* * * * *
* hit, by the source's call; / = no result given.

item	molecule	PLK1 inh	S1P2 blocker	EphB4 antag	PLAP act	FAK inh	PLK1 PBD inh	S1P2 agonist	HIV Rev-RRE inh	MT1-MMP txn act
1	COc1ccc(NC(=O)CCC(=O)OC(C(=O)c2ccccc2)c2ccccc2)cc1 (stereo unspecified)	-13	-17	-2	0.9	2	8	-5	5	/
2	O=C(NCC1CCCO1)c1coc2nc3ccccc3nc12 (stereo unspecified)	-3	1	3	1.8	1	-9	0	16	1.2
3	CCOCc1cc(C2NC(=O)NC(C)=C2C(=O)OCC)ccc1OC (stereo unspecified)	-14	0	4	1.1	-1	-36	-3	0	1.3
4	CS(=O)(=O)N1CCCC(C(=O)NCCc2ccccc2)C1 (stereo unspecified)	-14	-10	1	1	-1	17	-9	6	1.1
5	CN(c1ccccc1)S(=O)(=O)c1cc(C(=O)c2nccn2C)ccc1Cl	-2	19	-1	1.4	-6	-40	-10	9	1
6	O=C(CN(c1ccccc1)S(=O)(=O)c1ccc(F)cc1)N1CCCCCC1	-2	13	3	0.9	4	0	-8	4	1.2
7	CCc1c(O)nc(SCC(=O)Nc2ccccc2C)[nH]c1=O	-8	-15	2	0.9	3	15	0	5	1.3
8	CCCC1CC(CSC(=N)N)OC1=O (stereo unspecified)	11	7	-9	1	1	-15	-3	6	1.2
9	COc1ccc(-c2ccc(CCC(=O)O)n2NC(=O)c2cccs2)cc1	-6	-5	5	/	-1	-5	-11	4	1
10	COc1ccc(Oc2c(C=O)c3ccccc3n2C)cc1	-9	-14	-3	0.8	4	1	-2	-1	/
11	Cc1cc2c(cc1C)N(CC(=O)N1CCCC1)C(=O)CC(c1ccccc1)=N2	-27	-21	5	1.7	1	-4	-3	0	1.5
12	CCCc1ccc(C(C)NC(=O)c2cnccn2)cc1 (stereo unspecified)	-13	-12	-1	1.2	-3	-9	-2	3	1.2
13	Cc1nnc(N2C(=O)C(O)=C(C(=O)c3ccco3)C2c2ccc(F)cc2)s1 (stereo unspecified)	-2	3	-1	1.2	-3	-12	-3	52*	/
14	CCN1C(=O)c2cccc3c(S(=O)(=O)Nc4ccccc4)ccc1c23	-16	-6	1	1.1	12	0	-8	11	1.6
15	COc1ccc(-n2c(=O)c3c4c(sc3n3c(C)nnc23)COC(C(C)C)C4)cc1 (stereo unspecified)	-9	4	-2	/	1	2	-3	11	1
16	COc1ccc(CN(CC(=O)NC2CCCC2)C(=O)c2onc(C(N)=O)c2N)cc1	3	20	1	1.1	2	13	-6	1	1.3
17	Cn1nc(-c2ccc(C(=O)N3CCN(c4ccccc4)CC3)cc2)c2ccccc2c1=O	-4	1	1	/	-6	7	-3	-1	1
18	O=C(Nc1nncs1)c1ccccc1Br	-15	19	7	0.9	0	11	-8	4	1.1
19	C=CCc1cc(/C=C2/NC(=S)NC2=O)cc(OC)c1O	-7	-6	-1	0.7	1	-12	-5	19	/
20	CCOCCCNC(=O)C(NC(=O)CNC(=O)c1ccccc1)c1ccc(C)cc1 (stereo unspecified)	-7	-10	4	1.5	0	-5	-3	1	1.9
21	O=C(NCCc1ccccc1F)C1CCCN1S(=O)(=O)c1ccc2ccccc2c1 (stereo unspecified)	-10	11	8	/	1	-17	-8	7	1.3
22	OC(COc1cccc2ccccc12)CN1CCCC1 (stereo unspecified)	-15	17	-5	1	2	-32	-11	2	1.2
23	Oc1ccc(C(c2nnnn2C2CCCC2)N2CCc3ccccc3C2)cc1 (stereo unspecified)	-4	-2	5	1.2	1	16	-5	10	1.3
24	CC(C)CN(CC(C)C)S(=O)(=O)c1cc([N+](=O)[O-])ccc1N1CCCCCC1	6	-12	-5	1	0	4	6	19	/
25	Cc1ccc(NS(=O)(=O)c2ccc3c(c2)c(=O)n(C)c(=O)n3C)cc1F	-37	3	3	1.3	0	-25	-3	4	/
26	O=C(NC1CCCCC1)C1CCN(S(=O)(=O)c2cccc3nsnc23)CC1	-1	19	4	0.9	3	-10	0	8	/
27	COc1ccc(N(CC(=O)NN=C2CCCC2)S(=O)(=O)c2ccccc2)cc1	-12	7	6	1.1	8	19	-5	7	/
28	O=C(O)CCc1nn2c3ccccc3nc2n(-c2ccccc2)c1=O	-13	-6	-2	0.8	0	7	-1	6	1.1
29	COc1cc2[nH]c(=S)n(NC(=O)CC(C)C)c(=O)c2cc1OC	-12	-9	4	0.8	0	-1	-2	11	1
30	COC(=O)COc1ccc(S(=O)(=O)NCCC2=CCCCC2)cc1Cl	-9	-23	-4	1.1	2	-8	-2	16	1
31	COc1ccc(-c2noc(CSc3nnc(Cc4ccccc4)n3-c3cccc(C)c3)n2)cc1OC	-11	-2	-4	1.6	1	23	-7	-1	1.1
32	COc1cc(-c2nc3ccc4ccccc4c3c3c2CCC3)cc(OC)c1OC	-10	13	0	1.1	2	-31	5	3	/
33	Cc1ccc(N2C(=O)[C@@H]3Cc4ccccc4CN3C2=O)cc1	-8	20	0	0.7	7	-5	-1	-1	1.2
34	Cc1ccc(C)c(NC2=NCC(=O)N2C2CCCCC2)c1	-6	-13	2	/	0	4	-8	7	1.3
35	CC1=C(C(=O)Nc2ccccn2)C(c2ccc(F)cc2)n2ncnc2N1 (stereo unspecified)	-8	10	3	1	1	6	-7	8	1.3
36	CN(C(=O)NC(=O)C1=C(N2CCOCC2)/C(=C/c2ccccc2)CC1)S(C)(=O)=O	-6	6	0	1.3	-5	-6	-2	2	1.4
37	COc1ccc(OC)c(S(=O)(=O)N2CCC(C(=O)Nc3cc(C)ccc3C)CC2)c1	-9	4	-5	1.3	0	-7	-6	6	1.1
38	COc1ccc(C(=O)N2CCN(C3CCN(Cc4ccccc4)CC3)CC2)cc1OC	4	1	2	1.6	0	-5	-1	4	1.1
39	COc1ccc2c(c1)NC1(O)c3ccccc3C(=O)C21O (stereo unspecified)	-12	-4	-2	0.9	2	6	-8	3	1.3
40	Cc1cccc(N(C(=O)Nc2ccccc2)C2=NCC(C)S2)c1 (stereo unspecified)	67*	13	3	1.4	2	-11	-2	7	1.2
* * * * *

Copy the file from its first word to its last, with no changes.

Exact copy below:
* hit, by the source's call; / = no result given.

item	molecule	PLK1 inh	S1P2 blocker	EphB4 antag	PLAP act	FAK inh	PLK1 PBD inh	S1P2 agonist	HIV Rev-RRE inh	MT1-MMP txn act
1	COc1ccc(NC(=O)CCC(=O)OC(C(=O)c2ccccc2)c2ccccc2)cc1 (stereo unspecified)	-13	-17	-2	0.9	2	8	-5	5	/
2	O=C(NCC1CCCO1)c1coc2nc3ccccc3nc12 (stereo unspecified)	-3	1	3	1.8	1	-9	0	16	1.2
3	CCOCc1cc(C2NC(=O)NC(C)=C2C(=O)OCC)ccc1OC (stereo unspecified)	-14	0	4	1.1	-1	-36	-3	0	1.3
4	CS(=O)(=O)N1CCCC(C(=O)NCCc2ccccc2)C1 (stereo unspecified)	-14	-10	1	1	-1	17	-9	6	1.1
5	CN(c1ccccc1)S(=O)(=O)c1cc(C(=O)c2nccn2C)ccc1Cl	-2	19	-1	1.4	-6	-40	-10	9	1
6	O=C(CN(c1ccccc1)S(=O)(=O)c1ccc(F)cc1)N1CCCCCC1	-2	13	3	0.9	4	0	-8	4	1.2
7	CCc1c(O)nc(SCC(=O)Nc2ccccc2C)[nH]c1=O	-8	-15	2	0.9	3	15	0	5	1.3
8	CCCC1CC(CSC(=N)N)OC1=O (stereo unspecified)	11	7	-9	1	1	-15	-3	6	1.2
9	COc1ccc(-c2ccc(CCC(=O)O)n2NC(=O)c2cccs2)cc1	-6	-5	5	/	-1	-5	-11	4	1
10	COc1ccc(Oc2c(C=O)c3ccccc3n2C)cc1	-9	-14	-3	0.8	4	1	-2	-1	/
11	Cc1cc2c(cc1C)N(CC(=O)N1CCCC1)C(=O)CC(c1ccccc1)=N2	-27	-21	5	1.7	1	-4	-3	0	1.5
12	CCCc1ccc(C(C)NC(=O)c2cnccn2)cc1 (stereo unspecified)	-13	-12	-1	1.2	-3	-9	-2	3	1.2
13	Cc1nnc(N2C(=O)C(O)=C(C(=O)c3ccco3)C2c2ccc(F)cc2)s1 (stereo unspecified)	-2	3	-1	1.2	-3	-12	-3	52*	/
14	CCN1C(=O)c2cccc3c(S(=O)(=O)Nc4ccccc4)ccc1c23	-16	-6	1	1.1	12	0	-8	11	1.6
15	COc1ccc(-n2c(=O)c3c4c(sc3n3c(C)nnc23)COC(C(C)C)C4)cc1 (stereo unspecified)	-9	4	-2	/	1	2	-3	11	1
16	COc1ccc(CN(CC(=O)NC2CCCC2)C(=O)c2onc(C(N)=O)c2N)cc1	3	20	1	1.1	2	13	-6	1	1.3
17	Cn1nc(-c2ccc(C(=O)N3CCN(c4ccccc4)CC3)cc2)c2ccccc2c1=O	-4	1	1	/	-6	7	-3	-1	1
18	O=C(Nc1nncs1)c1ccccc1Br	-15	19	7	0.9	0	11	-8	4	1.1
19	C=CCc1cc(/C=C2/NC(=S)NC2=O)cc(OC)c1O	-7	-6	-1	0.7	1	-12	-5	19	/
20	CCOCCCNC(=O)C(NC(=O)CNC(=O)c1ccccc1)c1ccc(C)cc1 (stereo unspecified)	-7	-10	4	1.5	0	-5	-3	1	1.9
21	O=C(NCCc1ccccc1F)C1CCCN1S(=O)(=O)c1ccc2ccccc2c1 (stereo unspecified)	-10	11	8	/	1	-17	-8	7	1.3
22	OC(COc1cccc2ccccc12)CN1CCCC1 (stereo unspecified)	-15	17	-5	1	2	-32	-11	2	1.2
23	Oc1ccc(C(c2nnnn2C2CCCC2)N2CCc3ccccc3C2)cc1 (stereo unspecified)	-4	-2	5	1.2	1	16	-5	10	1.3
24	CC(C)CN(CC(C)C)S(=O)(=O)c1cc([N+](=O)[O-])ccc1N1CCCCCC1	6	-12	-5	1	0	4	6	19	/
25	Cc1ccc(NS(=O)(=O)c2ccc3c(c2)c(=O)n(C)c(=O)n3C)cc1F	-37	3	3	1.3	0	-25	-3	4	/
26	O=C(NC1CCCCC1)C1CCN(S(=O)(=O)c2cccc3nsnc23)CC1	-1	19	4	0.9	3	-10	0	8	/
27	COc1ccc(N(CC(=O)NN=C2CCCC2)S(=O)(=O)c2ccccc2)cc1	-12	7	6	1.1	8	19	-5	7	/
28	O=C(O)CCc1nn2c3ccccc3nc2n(-c2ccccc2)c1=O	-13	-6	-2	0.8	0	7	-1	6	1.1
29	COc1cc2[nH]c(=S)n(NC(=O)CC(C)C)c(=O)c2cc1OC	-12	-9	4	0.8	0	-1	-2	11	1
30	COC(=O)COc1ccc(S(=O)(=O)NCCC2=CCCCC2)cc1Cl	-9	-23	-4	1.1	2	-8	-2	16	1
31	COc1ccc(-c2noc(CSc3nnc(Cc4ccccc4)n3-c3cccc(C)c3)n2)cc1OC	-11	-2	-4	1.6	1	23	-7	-1	1.1
32	COc1cc(-c2nc3ccc4ccccc4c3c3c2CCC3)cc(OC)c1OC	-10	13	0	1.1	2	-31	5	3	/
33	Cc1ccc(N2C(=O)[C@@H]3Cc4ccccc4CN3C2=O)cc1	-8	20	0	0.7	7	-5	-1	-1	1.2
34	Cc1ccc(C)c(NC2=NCC(=O)N2C2CCCCC2)c1	-6	-13	2	/	0	4	-8	7	1.3
35	CC1=C(C(=O)Nc2ccccn2)C(c2ccc(F)cc2)n2ncnc2N1 (stereo unspecified)	-8	10	3	1	1	6	-7	8	1.3
36	CN(C(=O)NC(=O)C1=C(N2CCOCC2)/C(=C/c2ccccc2)CC1)S(C)(=O)=O	-6	6	0	1.3	-5	-6	-2	2	1.4
37	COc1ccc(OC)c(S(=O)(=O)N2CCC(C(=O)Nc3cc(C)ccc3C)CC2)c1	-9	4	-5	1.3	0	-7	-6	6	1.1
38	COc1ccc(C(=O)N2CCN(C3CCN(Cc4ccccc4)CC3)CC2)cc1OC	4	1	2	1.6	0	-5	-1	4	1.1
39	COc1ccc2c(c1)NC1(O)c3ccccc3C(=O)C21O (stereo unspecified)	-12	-4	-2	0.9	2	6	-8	3	1.3
40	Cc1cccc(N(C(=O)Nc2ccccc2)C2=NCC(C)S2)c1 (stereo unspecified)	67*	13	3	1.4	2	-11	-2	7	1.2